For design guidelines to support patients transferring on and off, the surface should not be too high. Making the surface height-adjustable is generally very helpful but the equipment needs to have a weight capacity that is sufficient to lift most of the patient population while they are on the equipment. The equipment should provide effective handholds to support patients while transitioning on or off. The platform cushion should be wide enough to allow the patient to manuever safely and comfortably into any body position that may be needed or desired (e.g., lie on one side, roll over, shift pressure points). The base of the equipment should not extend past the edge of the support surface or cushion so that wheelchair users can maneuver themselves close alongside, and the base should provide clearance for portable lift equipment. For maintaining specific body positions on the surface, patients need to be offered cushions or pillows to support the involved body parts; straps are helpful for some types of equipment and procedures.

The team also developed recommendations that were specific to single types of equipment. For example:

Patients who use mammography machines while seated in a wheelchair (or chair) need knee clearance below the imaging plate to accommodate their legs and wheelchair footplates. If a patient is required to stand on a weight scale, the scale platform should be large enough to allow patients to assume a wide stance position. The syringe loading device should communicate how much fluid is in the syringe in both visual and audible or tactile formats. It should be easy to position a pill properly in a pill splitter to accurately cut the pill into halves.


The accessibility guidelines developed by the RERC-AMI provide criteria for making medical equipment accessible for patients with disabilities. These guidelines build on previous accessibility recommendations, such as those associated with disability legislation (e.g., ADAAG, Section 508, Section 255) and other available documents (e.g., Principles of Universal Design). However, these guidelines interpret those recommendations and apply them specifically to medical equipment. The guidelines cover 7 categories of medical equipment but the process could be extended to other medical devices not sufficiently evaluated during this study.

The process used to develop the RERC-AMI guidelines considered a limited number of categories of medical equipment so not all barriers to healthcare were addressed. Also, the guidelines have not yet received input from the medical device industry and modifications may be needed after that occurs. The process utilized multiple sources of data, including surveys, focus groups and usability testing. It also involved a large number of research staff and advisors who reached consensus reflected in the guidelines.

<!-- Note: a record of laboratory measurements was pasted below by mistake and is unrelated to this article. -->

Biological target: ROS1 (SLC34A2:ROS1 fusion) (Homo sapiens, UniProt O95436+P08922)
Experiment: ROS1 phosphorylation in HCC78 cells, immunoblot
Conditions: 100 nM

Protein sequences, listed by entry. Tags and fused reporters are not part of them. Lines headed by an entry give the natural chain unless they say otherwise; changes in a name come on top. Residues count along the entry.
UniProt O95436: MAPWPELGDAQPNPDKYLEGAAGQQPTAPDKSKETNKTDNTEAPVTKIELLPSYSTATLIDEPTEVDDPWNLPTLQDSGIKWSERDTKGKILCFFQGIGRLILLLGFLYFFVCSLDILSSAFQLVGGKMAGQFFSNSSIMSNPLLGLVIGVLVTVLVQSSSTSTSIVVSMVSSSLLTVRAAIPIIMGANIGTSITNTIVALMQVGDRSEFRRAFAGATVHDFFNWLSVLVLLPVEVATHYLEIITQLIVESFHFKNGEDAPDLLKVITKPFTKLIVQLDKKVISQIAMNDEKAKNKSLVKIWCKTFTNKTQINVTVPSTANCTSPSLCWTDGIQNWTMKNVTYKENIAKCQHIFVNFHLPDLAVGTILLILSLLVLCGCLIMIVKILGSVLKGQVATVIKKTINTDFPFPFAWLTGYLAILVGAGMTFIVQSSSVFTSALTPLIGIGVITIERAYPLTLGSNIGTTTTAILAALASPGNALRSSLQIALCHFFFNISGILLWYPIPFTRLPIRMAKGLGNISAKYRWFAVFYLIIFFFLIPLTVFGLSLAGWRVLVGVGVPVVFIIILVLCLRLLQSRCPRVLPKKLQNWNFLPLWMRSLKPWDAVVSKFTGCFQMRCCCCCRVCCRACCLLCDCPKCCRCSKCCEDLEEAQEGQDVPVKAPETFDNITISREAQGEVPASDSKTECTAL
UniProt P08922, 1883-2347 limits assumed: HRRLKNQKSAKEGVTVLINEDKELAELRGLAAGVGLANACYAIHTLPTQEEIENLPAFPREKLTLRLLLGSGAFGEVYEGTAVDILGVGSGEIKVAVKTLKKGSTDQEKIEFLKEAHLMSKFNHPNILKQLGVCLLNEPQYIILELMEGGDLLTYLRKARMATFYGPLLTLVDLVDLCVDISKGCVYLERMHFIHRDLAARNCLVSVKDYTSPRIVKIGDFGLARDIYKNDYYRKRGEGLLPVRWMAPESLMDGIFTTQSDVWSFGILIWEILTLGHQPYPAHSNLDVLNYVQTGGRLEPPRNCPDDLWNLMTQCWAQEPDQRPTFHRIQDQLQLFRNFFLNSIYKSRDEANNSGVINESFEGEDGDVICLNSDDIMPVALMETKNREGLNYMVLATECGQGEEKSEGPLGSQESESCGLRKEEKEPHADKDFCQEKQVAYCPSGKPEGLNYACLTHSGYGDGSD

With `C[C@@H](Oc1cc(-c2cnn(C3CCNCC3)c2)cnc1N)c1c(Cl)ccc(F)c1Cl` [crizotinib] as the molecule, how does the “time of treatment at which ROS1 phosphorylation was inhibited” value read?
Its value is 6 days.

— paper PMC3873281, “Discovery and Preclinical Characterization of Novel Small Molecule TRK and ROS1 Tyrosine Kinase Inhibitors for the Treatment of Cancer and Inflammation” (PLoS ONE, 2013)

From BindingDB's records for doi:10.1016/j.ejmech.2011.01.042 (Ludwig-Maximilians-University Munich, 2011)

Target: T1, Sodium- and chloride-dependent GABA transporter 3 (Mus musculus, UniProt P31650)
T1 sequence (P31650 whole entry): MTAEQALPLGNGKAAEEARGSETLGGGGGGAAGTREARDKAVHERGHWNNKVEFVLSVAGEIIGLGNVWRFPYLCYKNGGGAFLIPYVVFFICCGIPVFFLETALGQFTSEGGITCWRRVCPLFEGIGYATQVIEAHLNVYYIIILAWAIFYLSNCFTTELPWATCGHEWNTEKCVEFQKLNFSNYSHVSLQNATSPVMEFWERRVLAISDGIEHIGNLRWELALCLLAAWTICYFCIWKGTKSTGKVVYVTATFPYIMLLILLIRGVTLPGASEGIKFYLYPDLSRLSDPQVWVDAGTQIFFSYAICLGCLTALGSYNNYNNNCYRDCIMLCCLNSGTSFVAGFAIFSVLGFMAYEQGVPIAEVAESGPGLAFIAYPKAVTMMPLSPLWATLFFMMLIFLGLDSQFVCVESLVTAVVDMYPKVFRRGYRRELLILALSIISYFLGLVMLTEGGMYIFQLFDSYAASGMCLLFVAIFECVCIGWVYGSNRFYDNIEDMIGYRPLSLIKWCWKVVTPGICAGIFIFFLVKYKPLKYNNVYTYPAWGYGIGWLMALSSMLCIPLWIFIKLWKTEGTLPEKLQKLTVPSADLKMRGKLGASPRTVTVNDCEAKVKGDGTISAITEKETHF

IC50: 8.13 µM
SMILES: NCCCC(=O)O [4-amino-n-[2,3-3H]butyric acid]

The RERC-AMI guidelines are posted to their web site ( and are available for download. They are intended to support medical device designers to develop equipment that is more accessible for patients with disabilities. They may also assist professionals to select and purchase or recommend more accessible medical equipment, whether as procurement officials, healthcare facility administrators, or healthcare providers.

The guidelines are also intended to support the development of voluntary or mandatory standards associated with current legislation, such as the Americans with Disabilities Act (ADA), or future legislation. Some of the recommendations have already been incorporated in the forthcoming AAMI/ANSI HE75 standard, Human Factors Engineering – Design of Medical Devices. In addition, legislation is already pending in Congress. Sen. Tom Harkin (D-Iowa) introduced bills in 2006, S. 1050 and S. 3717, Promoting Wellness for Individuals with Disabilities Act. One section of this bill would require the Access Board to establish standards for accessible medical diagnostic equipment and the RERC-AMI design guidelines should support that effort.


  1. Chevarley, F.M., Thierry, J.M., Gill, C.J., Ryerson, A.B & Nosek, M.A. (2006). Health, preventive heath care, and health care access among women with disabilities in the 1994-1995 National Health Interview Survey, Supplement on Disability. Women’s Health Issues, 16:297-312.
  2. Winters, J.M.W., Story, M.F., Barnekow, K., Kailes, J,.I., Premo, B., Schwier, E., Danturthi, R.S., & Winters, J.M. (2007). Results of a national survey on accessibility of medical instrumentation. In Winters, J.M. and Story, M.F., eds., Medical Instrumentation: Accessibility and Usability Considerations. Boca Raton, FL: CRC Press, 13-28.
  3. Story, M.F. (2007). Applying the Principles of Universal Design to Medical Devices. In Winters, J.M. & Story, M.F., Eds., Medical Instrumentation: Accessibility and Usability Considerations. Boca Raton, FL: CRC Press.


This work was supported by the National Institute on Disability and Rehabilitation Research, U.S. Department of Education, under grant #H133E020729. The opinions contained in this manuscript are those of the authors and do not necessarily reflect those of the Department of Education.

Contact Information

Molly Follette Story, MS, Human Spectrum Design, 3717 Deauville Place, Santa Rosa, CA 95403, phone (707) 578-6839, email